By Mark Hallum
The city Department of Environmental Protection announced the completion of extensive infrastructure upgrades in Flushing to combat flooding in a $71 million project.
Elected officials from the surrounding neighborhoods praised the city’s effort to upgrade the aging storm sewer system with over 7,700 feet of pipes and a 53 catch basin on the western edge of Flushing.
“This $71 million investment in Flushing will significantly upgrade the sewer system, improve drainage, reduce flooding, and provide a reliable supply of water,” DEP Commissioner Vincent Sapienza said.
State Sen. Tony Avella (D-Bayside) has been a longtime opponent of DEP’s bioswale program in east Flushing, a green installation concept that absorbs rainwater into the ground as opposed to washing it out to sea via storm sewers, in favor of more traditional methods controlling water runoff. He expressed gratitude for the effort to bring more conventional flood mitigation solutions.
“The sewers and water mains in Flushing, College Point, and Whitestone have been significantly upgraded thanks to this $71 million investment, which will also help alleviate flooding,” Avella said. “I’m happy to see these neighborhoods benefitting from such a large-scale, multi-phase infrastructure project and look forward to the relief and improved quality of life it will bring residents.”
The new storm sewers are situated along the Whitestone Expressway Service Road between 25th Avenue and Flushing Creek, as well as in the neighboring communities on 144th Street, Union Street, 25th Road, Farrington Street and Higgins Street.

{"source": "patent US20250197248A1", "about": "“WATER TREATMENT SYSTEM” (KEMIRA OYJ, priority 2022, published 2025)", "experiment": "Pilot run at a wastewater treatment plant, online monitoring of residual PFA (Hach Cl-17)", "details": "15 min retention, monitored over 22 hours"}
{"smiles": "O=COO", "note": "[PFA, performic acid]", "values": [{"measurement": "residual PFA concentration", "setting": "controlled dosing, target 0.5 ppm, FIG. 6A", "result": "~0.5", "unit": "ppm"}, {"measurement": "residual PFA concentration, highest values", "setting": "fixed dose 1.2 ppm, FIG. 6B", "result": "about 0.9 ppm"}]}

“This project is an example of the quality-of-life improvements that our community needs. The flooding induced by heavy rainstorms has forced many businesses in the area to temporarily close their doors when they could be serving customers,” state Assemblyman Ron Kim (D-Flushing) said. “These infrastructure improvements will benefit the residents and businesses here in Flushing. As the representative of a rapidly developing community, I look forward to more projects that will continue to strengthen our infrastructure.”
Along with an additional 1,800 linear feet of sanitary sewers, the project should improve water supply reliability to the surrounding communities. In addition, 22 new fire hydrants have been installed.
“These infrastructure upgrades are an important investment in our borough’s future and will do a great deal to improve roadway drainage and mitigate flooding,” Queens Borough President Melinda Katz said.
As the project wrapped, roads were repaved with new curbs, sidewalks, pedestrian ramps, streetlights and traffic signals along with 166 trees planted.
“Improving drainage and reducing flooding are critical infrastructure needs in Flushing, and I thank the city for working to make sure our community is equipped with these basic necessities,” said City Councilman Peter Koo (D-Flushing). “Flushing and its surrounding communities still have a long way to go until our waterways are able to meet federal standards of cleanliness, and I will continue working with the DEP and every advocate in our community until the day we can make our waterways truly fishable and swimmable.”
According to DEP, this is only the first phase of a larger project. A total of $130 million combined will be going to the next phase — set to begin this year — and Phase III, which has a 2020 start date.
Reach reporter Mark Hallum by e-mail at mhall